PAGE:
We all know that it is hard for a smartphone camera to beat DSLR, but do you need a DSLR that is the question.
Let's start with the question, what is a DSLR camera?
DSLR stands for Digital single-lens reflex camera. But that doesn't tell you anything. In a DSLR, there is a lens which let's light into the camera. The light is allowed to pass to the viewfinder via a prism or a set of mirrors (reflex comes from the reflection here).
This is how you see the image when looking at something you want to take the picture of.
When you press the button to take a picture, the mirror moves out of the way, and the light strikes the image sensor or the film (if it is an old film based dslr). This is how a picture is taken.
You see that is the problem with DSLRs. They are complicated. And there is a huge learning curve. And you need to know this if you want to take a picture.
But on a smartphone camera, you don't need to know this.
Comparison between a DSLR and a smartphone camera
In a smartphone camera, it is pretty easy to take a picture. Just point the phone at whatever you want to take a photo of and take a shot.
Things are widely different when it comes to a DSLR. Yes you can take a picture in
auto mode, but then that's not why it was made.
To take a picture in a DSLR you need to know things such as shutter speed, ISO, f-stop, white balance and so on.
Whereas in a phone camera, focus and shoot.
Winner: smartphone camera
Image quality is defenitely better in a DSLR, there is no arguing that point. All the tweaking and turning you learned need to be put into use thought.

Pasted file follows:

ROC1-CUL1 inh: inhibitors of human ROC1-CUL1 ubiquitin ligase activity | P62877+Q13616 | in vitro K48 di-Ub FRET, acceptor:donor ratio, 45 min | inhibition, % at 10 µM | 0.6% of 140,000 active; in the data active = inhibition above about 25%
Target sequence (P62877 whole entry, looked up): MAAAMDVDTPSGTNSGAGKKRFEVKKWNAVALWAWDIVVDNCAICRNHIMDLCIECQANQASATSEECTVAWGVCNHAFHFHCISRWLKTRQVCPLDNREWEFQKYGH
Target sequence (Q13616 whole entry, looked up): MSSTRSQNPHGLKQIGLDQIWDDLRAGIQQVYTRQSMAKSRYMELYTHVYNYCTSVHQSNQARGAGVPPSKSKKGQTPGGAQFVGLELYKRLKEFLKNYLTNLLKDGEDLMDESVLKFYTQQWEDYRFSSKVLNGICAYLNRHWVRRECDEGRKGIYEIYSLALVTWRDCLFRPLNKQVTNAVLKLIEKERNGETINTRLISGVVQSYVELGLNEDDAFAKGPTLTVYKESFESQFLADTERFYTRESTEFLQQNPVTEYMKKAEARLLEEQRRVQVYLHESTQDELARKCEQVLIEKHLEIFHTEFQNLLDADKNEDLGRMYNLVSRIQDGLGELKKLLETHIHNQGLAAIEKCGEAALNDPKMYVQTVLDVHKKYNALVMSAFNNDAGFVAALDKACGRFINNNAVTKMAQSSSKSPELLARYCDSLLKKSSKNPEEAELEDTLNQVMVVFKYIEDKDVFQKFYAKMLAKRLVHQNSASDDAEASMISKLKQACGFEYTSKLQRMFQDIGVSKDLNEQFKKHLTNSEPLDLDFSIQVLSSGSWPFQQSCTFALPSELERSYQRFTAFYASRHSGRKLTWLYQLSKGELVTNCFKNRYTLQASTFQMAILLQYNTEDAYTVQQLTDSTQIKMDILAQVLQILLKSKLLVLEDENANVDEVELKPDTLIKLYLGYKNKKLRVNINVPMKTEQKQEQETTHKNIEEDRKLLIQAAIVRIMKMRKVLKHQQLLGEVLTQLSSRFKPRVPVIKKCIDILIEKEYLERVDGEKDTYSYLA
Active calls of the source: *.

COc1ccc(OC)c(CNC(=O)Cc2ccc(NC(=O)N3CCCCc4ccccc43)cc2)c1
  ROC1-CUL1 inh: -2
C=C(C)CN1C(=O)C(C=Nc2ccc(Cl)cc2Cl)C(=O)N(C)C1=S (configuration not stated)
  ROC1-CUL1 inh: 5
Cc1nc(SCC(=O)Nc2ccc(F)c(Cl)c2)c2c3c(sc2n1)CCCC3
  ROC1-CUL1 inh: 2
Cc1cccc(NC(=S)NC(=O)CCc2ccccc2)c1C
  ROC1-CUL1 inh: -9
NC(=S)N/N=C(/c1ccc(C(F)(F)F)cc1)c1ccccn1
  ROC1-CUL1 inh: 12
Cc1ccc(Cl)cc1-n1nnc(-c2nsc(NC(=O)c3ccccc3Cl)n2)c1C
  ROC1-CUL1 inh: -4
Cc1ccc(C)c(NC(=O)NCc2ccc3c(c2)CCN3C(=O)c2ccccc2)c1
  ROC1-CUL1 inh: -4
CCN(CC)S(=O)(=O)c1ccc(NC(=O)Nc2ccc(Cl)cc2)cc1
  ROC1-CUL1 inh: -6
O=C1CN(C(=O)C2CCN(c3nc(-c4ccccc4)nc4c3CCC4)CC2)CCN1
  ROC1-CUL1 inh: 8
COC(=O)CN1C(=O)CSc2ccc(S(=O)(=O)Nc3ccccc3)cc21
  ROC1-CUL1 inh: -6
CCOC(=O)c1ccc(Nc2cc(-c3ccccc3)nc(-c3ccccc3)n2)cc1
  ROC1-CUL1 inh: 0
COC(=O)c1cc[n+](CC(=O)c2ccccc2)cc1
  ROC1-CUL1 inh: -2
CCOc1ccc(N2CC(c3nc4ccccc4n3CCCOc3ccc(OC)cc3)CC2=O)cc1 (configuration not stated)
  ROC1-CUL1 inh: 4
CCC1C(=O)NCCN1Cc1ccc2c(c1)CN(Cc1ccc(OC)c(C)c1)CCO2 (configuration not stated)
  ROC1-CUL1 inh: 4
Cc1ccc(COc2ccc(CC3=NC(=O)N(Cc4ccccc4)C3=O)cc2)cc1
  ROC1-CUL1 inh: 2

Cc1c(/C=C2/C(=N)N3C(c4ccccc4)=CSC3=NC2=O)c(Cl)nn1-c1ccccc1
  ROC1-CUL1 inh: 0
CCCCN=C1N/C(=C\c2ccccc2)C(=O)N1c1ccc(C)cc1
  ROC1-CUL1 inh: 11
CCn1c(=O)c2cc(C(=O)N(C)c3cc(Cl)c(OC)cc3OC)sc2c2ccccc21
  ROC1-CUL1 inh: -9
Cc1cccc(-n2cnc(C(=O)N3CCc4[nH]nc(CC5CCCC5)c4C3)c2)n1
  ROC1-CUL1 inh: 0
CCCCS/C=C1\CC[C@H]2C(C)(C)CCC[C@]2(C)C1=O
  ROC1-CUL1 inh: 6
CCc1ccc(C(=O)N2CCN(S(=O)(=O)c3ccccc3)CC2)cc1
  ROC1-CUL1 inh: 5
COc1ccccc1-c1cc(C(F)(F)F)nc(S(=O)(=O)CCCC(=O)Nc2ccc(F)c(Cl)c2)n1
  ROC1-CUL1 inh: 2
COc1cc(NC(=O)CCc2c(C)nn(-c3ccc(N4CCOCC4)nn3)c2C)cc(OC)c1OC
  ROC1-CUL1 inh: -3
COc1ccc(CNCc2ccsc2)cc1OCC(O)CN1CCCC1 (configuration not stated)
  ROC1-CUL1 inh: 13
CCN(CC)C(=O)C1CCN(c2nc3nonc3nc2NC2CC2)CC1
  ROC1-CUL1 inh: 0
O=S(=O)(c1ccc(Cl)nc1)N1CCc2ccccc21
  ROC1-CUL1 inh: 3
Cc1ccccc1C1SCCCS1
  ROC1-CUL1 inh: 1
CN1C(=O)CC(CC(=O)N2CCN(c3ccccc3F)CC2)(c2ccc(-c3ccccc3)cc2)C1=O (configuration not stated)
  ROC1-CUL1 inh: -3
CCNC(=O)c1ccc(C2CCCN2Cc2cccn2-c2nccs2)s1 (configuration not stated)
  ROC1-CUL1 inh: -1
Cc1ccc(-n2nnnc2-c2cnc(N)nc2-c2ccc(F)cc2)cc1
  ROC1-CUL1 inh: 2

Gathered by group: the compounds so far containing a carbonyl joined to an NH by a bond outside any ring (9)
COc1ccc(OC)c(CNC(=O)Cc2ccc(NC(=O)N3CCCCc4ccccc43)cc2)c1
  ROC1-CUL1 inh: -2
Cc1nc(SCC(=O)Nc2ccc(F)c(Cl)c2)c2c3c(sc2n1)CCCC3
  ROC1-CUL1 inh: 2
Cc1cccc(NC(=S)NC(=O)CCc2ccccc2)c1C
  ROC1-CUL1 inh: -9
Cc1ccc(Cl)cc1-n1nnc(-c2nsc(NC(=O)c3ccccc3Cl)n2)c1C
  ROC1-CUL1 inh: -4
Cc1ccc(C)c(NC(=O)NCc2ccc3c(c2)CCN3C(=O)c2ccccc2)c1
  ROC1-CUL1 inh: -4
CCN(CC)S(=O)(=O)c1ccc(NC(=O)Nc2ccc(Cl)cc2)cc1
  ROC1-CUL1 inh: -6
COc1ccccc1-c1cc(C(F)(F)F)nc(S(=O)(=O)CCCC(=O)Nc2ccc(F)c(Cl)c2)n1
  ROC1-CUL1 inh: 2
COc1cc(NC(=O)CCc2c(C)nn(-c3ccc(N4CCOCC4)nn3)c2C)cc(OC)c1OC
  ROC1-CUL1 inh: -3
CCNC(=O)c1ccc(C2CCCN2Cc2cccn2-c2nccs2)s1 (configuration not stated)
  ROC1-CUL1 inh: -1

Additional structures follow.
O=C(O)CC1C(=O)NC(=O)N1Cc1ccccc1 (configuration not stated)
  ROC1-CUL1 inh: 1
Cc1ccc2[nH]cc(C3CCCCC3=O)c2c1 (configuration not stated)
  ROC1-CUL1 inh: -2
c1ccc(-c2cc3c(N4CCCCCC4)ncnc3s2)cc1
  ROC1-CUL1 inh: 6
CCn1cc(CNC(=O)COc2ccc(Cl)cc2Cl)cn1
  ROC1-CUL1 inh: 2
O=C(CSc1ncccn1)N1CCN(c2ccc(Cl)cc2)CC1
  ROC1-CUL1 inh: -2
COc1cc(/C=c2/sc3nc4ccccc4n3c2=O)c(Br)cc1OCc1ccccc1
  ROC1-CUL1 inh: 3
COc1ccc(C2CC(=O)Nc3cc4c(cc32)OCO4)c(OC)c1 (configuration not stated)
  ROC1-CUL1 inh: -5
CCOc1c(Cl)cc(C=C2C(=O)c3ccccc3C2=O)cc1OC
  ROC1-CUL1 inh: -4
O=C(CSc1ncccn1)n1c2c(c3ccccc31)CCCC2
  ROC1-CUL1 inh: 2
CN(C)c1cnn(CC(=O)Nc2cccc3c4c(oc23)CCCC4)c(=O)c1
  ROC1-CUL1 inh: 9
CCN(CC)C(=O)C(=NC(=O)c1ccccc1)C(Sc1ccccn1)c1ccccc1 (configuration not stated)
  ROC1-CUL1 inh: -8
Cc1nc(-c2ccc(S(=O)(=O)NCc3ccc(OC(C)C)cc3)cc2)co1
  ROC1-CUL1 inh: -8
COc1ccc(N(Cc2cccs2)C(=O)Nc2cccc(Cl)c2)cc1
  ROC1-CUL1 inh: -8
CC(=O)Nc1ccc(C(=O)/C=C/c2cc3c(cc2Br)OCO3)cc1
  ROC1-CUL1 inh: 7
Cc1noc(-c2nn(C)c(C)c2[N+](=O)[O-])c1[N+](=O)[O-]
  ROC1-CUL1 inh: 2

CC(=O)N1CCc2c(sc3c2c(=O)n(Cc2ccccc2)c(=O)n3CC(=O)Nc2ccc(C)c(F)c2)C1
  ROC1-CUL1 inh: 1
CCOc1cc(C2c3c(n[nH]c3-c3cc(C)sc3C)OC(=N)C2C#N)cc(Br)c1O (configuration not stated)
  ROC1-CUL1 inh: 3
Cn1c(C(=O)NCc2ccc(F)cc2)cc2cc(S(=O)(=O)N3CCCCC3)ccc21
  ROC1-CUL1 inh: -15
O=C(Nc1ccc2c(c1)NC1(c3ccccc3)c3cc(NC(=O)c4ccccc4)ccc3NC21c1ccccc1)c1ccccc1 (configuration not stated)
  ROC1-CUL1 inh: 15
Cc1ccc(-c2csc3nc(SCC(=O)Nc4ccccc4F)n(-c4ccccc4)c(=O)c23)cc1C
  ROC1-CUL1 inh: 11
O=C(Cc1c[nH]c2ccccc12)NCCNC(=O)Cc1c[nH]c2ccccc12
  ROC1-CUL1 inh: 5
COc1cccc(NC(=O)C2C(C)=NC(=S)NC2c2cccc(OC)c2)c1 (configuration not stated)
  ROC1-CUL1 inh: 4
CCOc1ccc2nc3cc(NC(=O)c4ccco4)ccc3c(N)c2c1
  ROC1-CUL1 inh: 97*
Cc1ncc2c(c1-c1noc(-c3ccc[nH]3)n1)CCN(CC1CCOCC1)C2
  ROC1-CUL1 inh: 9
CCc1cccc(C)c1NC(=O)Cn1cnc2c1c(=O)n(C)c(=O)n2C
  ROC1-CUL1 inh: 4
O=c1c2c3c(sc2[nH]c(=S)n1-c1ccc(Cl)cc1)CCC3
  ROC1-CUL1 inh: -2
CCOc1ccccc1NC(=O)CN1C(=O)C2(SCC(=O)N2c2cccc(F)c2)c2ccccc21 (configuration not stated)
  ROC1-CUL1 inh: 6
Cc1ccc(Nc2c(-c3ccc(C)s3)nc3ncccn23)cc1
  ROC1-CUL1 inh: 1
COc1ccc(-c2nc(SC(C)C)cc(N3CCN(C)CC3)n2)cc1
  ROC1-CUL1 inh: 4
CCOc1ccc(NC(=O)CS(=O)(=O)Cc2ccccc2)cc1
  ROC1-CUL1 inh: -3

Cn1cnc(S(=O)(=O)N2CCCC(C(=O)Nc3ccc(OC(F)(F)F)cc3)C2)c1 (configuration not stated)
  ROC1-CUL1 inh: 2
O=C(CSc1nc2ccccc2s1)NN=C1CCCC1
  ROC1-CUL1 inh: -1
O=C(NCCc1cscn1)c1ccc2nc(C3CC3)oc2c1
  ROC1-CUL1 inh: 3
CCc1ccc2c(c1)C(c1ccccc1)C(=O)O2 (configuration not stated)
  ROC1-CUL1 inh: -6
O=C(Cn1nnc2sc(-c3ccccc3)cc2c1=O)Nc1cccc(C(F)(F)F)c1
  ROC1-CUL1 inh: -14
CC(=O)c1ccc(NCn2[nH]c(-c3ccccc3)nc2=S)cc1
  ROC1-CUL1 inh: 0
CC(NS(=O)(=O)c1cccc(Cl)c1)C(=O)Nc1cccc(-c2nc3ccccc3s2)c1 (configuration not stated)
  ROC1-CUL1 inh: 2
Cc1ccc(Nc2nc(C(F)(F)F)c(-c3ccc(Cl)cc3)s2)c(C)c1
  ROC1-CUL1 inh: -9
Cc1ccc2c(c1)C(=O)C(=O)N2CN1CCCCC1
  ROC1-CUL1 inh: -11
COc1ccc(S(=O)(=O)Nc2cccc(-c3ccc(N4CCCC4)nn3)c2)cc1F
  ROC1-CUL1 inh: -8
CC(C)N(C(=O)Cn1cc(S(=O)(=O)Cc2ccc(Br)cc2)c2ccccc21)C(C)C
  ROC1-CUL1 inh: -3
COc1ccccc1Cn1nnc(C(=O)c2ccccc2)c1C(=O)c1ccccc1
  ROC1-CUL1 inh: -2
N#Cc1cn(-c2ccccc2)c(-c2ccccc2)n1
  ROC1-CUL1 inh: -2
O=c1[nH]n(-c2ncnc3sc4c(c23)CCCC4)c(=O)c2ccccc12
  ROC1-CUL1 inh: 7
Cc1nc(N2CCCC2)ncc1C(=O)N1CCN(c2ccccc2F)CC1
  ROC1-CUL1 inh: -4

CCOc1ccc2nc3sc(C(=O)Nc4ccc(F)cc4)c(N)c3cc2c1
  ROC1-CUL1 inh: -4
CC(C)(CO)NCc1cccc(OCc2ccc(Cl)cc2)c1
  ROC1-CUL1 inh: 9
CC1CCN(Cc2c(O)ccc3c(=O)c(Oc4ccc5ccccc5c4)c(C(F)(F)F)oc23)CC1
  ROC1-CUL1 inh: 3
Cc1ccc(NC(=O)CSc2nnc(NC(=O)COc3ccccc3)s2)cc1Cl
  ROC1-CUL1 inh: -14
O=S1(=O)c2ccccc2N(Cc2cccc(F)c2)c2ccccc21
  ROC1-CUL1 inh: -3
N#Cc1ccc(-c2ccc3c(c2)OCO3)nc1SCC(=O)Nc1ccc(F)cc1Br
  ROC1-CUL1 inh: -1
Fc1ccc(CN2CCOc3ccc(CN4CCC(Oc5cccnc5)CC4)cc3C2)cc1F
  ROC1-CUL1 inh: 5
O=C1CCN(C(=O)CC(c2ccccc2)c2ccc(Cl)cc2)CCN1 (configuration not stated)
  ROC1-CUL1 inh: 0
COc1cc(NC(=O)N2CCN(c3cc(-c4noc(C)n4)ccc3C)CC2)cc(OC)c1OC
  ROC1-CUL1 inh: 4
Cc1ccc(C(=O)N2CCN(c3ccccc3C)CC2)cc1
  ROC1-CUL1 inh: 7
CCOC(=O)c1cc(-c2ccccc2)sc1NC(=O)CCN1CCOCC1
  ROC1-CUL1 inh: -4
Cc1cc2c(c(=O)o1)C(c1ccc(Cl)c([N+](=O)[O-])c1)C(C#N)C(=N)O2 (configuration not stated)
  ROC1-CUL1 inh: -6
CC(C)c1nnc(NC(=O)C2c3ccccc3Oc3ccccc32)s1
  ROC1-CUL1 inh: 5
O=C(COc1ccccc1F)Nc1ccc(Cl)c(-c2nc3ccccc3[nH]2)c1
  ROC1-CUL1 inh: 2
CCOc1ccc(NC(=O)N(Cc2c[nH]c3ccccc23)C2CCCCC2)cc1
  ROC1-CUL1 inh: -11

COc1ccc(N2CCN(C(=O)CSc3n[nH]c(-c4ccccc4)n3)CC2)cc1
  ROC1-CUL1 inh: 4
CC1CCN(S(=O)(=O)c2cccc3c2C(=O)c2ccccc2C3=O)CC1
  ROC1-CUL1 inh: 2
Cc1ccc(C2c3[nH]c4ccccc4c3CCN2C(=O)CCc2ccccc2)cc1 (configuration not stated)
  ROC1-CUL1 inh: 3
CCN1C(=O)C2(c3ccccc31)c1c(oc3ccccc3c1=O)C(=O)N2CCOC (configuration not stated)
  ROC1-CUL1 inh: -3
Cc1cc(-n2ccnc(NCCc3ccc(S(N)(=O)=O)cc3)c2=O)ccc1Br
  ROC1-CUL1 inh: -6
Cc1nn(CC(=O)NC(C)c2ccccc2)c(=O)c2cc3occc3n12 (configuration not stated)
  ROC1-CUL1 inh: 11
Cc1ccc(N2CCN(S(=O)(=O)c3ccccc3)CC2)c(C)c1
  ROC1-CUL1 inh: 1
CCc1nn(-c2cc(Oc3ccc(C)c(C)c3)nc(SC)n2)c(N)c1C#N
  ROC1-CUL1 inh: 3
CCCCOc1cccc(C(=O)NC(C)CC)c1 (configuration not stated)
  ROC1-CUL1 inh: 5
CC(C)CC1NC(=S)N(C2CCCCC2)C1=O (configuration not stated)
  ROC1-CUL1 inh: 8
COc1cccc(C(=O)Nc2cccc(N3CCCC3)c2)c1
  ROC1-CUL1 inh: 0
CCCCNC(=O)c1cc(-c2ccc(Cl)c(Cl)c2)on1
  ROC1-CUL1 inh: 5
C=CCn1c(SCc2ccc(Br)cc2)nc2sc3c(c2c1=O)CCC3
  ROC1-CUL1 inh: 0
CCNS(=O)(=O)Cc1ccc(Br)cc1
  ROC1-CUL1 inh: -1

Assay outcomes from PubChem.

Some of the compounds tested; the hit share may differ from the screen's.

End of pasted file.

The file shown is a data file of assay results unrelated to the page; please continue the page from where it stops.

The DSLR has a huge sensor that is excellent at taking pictures. The sensor on the smartphone on the other hand is a smaller one.
This is because, it is impossible to cramp all the stuff the phone does plus the sensor.
Most of the stuff the image in a phone does is post processing.
You might have seen images where the background is blurred for the person. On the DSLR this happens because of something called
On iPhone and other phones what happens is, after taking the photo, machine learning algorithms blur the background. If you look closely you'll see that there's some issues like space between hairs not getting blurred and all.
Fast moving images
All the images which comes blurred in a smartphone camera can be taken on a DSLR without any distortion.
You might have seen those sports photographers, holding a long lens'ed camera to take a picture, there is a reason to all that.
In a DSLR, you can adjust the time for which the light enters the lens. So let's say you let the light enter the sensor for 1second. This means that if the person has moved in that 1 second, the image will be blurred.
The solution is to quickly open and close the sensor. In a DSLR, you can adjust the time for which the shutter remains open and the time for which light enters the camera. You can have shutter speeds of 1/4000 or even 1/8000 of a second, which means the image will be still.
Also you can take images like this on a DSLR.
This was taken by keeping the shutter open for a longer time and letting light enter the lens for a longer time. This happened because a car came and went, but since the shutter was open for a long time, the light left a trail.